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Governor’s chopping block includes popular camp

 Linda Sheridan, interpretive specialist at Camp Moran State Park, talks with parents Jan. 14 about the upcoming excursion to the park taken annually by Oak Harbor middle school students. The popular camp could close in September if the governor’s list of recommended cutbacks become a reality.  - Nathan Whalen/Whidbey News-Times
Linda Sheridan, interpretive specialist at Camp Moran State Park, talks with parents Jan. 14 about the upcoming excursion to the park taken annually by Oak Harbor middle school students. The popular camp could close in September if the governor’s list of recommended cutbacks become a reality.
— image credit: Nathan Whalen/Whidbey News-Times

Camp Moran has been a tradition for such a long time that some former campers are sending their children to the popular Orcas Island camp.

However, the popular environmental learning center, which Oak Harbor sixth-graders eagerly attend every year, is on the list of proposed cuts in the budget proposed by Gov. Chris Gregoire.

Linda Sheridan, interpretive specialist at Camp Moran, said the outdoor school is considered a special program, and those type of programs were targeted to cut. She said Moran State Park is the only park in the state that has a residential environmental education center.

“Our future is looking pretty grim,” Sheridan told Oak Harbor Middle School parents during a Wednesday evening orientation about the coming camp. While the Moran Environmental Learning Center could close, Moran State Park is expected to remain open.

Virginia Painter, spokesperson for Washington State Parks, said that staff are still doing more budget analysis on the expenditures and revenues of the environmental learning center. She said State Parks is required to make a 10 percent cut to its budget, which comes to $10 million.

Whidbey Island’s state parks were spared from the closure list.

Painter added the budget proposal is preliminary. The Washington State Parks and Recreation Commission is meeting Thursday in Ocean Shores to discuss the budget. In addition to the governor’s budget, the House and the Senate also develop budget drafts.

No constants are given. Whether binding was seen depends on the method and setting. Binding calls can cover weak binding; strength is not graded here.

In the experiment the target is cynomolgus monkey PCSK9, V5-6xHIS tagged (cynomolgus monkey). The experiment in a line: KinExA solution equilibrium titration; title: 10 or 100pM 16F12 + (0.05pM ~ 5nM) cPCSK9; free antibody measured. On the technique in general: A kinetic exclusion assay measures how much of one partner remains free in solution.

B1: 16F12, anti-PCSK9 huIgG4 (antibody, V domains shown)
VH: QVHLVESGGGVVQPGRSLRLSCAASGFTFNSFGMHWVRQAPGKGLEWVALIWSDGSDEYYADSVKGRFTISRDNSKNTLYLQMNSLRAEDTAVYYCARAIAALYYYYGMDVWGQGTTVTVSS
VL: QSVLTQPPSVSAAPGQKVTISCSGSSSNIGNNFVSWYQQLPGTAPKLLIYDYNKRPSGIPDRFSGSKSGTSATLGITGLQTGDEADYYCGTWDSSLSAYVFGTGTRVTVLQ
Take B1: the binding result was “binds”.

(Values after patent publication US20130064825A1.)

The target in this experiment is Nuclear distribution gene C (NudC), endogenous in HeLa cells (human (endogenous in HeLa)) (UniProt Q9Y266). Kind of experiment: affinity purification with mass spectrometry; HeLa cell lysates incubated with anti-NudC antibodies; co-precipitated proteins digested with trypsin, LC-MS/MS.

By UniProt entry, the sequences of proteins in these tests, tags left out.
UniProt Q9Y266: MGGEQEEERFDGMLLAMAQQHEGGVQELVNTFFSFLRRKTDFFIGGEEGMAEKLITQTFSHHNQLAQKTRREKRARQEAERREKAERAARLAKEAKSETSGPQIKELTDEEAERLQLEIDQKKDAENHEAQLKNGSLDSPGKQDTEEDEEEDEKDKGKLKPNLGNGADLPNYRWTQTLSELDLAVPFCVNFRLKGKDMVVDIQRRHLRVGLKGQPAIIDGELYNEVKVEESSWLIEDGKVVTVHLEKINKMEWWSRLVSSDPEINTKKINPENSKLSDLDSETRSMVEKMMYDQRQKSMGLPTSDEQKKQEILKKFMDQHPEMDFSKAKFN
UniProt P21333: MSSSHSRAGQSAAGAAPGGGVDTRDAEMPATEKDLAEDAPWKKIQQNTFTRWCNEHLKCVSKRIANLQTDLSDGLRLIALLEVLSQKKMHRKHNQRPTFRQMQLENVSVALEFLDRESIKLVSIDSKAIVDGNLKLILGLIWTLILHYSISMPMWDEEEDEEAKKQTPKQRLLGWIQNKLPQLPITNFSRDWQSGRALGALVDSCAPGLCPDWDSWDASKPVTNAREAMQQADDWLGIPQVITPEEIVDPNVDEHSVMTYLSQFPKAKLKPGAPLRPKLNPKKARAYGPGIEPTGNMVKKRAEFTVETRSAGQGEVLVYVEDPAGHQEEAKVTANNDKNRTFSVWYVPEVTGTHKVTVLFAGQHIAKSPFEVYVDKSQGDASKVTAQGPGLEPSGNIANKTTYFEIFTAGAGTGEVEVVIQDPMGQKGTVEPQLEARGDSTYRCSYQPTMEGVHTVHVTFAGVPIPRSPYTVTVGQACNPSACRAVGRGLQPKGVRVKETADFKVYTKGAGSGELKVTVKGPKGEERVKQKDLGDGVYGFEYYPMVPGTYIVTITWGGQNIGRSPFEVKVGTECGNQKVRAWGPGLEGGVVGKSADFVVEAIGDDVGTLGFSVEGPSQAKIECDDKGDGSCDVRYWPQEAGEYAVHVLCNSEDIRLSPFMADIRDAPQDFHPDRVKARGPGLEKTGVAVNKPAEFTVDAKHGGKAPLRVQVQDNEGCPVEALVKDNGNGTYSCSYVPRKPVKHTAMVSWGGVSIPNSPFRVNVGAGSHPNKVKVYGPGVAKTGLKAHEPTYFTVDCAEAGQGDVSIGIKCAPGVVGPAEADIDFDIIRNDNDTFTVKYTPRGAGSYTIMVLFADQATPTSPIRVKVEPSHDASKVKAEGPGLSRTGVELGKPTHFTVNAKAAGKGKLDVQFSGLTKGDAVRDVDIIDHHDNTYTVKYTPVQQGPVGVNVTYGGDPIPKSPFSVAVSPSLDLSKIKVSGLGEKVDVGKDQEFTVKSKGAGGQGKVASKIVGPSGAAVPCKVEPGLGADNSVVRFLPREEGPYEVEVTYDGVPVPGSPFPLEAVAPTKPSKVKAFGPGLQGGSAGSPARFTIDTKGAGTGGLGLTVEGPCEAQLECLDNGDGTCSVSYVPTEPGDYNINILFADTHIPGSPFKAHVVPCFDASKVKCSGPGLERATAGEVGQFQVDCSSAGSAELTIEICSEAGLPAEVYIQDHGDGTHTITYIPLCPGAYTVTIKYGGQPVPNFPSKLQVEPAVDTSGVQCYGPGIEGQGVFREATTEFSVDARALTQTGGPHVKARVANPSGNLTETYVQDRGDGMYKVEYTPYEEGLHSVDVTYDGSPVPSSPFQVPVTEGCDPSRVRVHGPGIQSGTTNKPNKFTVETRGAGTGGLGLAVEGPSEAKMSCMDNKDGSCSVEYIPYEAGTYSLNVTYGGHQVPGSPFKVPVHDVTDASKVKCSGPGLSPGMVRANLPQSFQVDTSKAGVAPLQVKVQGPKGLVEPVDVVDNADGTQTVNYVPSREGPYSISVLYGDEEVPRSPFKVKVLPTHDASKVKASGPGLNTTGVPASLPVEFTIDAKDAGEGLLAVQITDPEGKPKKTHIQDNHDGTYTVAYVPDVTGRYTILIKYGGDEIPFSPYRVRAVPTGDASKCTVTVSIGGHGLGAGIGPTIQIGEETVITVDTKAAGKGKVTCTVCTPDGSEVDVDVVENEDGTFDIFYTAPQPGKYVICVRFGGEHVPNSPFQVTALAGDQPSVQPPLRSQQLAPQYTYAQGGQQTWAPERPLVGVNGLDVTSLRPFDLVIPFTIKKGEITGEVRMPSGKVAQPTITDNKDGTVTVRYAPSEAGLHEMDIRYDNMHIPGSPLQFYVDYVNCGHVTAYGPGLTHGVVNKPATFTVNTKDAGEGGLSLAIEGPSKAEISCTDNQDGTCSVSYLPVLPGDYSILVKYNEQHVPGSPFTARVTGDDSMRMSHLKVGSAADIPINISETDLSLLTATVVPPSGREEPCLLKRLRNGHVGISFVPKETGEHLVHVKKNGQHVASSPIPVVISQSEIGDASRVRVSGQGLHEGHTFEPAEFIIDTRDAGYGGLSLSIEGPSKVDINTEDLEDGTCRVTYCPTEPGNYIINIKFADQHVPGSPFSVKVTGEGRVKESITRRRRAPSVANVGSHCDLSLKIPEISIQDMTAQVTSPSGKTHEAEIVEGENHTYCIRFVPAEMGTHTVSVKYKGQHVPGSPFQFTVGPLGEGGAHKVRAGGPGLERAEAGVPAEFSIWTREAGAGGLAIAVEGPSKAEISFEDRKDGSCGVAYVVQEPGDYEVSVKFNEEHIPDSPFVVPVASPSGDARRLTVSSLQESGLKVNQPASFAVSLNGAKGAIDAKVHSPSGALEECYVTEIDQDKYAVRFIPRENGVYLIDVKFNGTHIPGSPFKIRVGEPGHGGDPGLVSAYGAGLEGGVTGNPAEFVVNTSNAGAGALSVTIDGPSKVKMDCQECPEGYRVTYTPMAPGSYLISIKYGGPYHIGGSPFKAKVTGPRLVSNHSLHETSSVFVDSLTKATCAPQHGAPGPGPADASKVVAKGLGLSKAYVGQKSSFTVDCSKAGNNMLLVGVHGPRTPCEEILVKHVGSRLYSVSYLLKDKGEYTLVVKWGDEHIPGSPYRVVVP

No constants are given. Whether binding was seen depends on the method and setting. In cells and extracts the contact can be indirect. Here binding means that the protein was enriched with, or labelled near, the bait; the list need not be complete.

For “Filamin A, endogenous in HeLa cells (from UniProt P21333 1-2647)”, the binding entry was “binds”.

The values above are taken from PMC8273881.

Sheridan is still moving forward with plans for school district sixth-graders to attend the camp later this school year. Should the outdoor school be cut, it would close in September 2009.

Sheridan visited both Oak Harbor middle schools Wednesday evening to round up chaperones for the three-day camp.

Parents attending the orientation weren’t happy with the idea of the venerable outdoor education center closing.

“I think it would be a shame if they did it,” parent Amy Peplinski said. She attended Camp Moran when she was a sixth grader, and one of her children already attended the camp and the second one is scheduled to attend this spring.

“It’s sort of a right of passage for the Oak Harbor School District,” said parent Molly Nagel. “It’s a good team-building effort and it gets kids out of the classroom.”

Oak Harbor School District administrators have tried several times to cut the camp in recent years because it’s expensive to operate and the five-day camp lacked a program that meshed with new learning requirements.

Instead of cutting the camp last year, officials worked with camp staff to shorten the duration of the camp and change the educational program.

This year, sixth-graders will attend a three-day camp instead of the traditional five days. The middle schoolers will learn about microforests, wetlands and tree identification. They will also kayak and hike to Cascade Falls.

Approximately 850 students annually participate in the Moran Environmental Learning Center. Of that number approximately 400 attend Oak Harbor schools.

Sheridan said the center started in 1995. Oak Harbor middle school teachers had been bringing students up for years even before that. She said students typically visit in the fall and the spring. During other times of the year, and on weekends, the cabins and lodge are available for event rental. In all, the Moran Environmental Learning Center saw approximately 11,000 visitors in 2008.

The buildings at the environmental learning center were recently renovated, and Sheridan was concerned that if the center closes, even for a short period of time, schools would find another site or choose to stop participating in such camps.

“I think it would be a shame to lose that,” Sheridan said.

During the Wednesday evening orientation at the middle schools, she encouraged parents to write their local legislators and to contact the Parks and Recreation Commission.

“Hopefully that will put pressure on the agency to change it’s mind,” Sheridan said.

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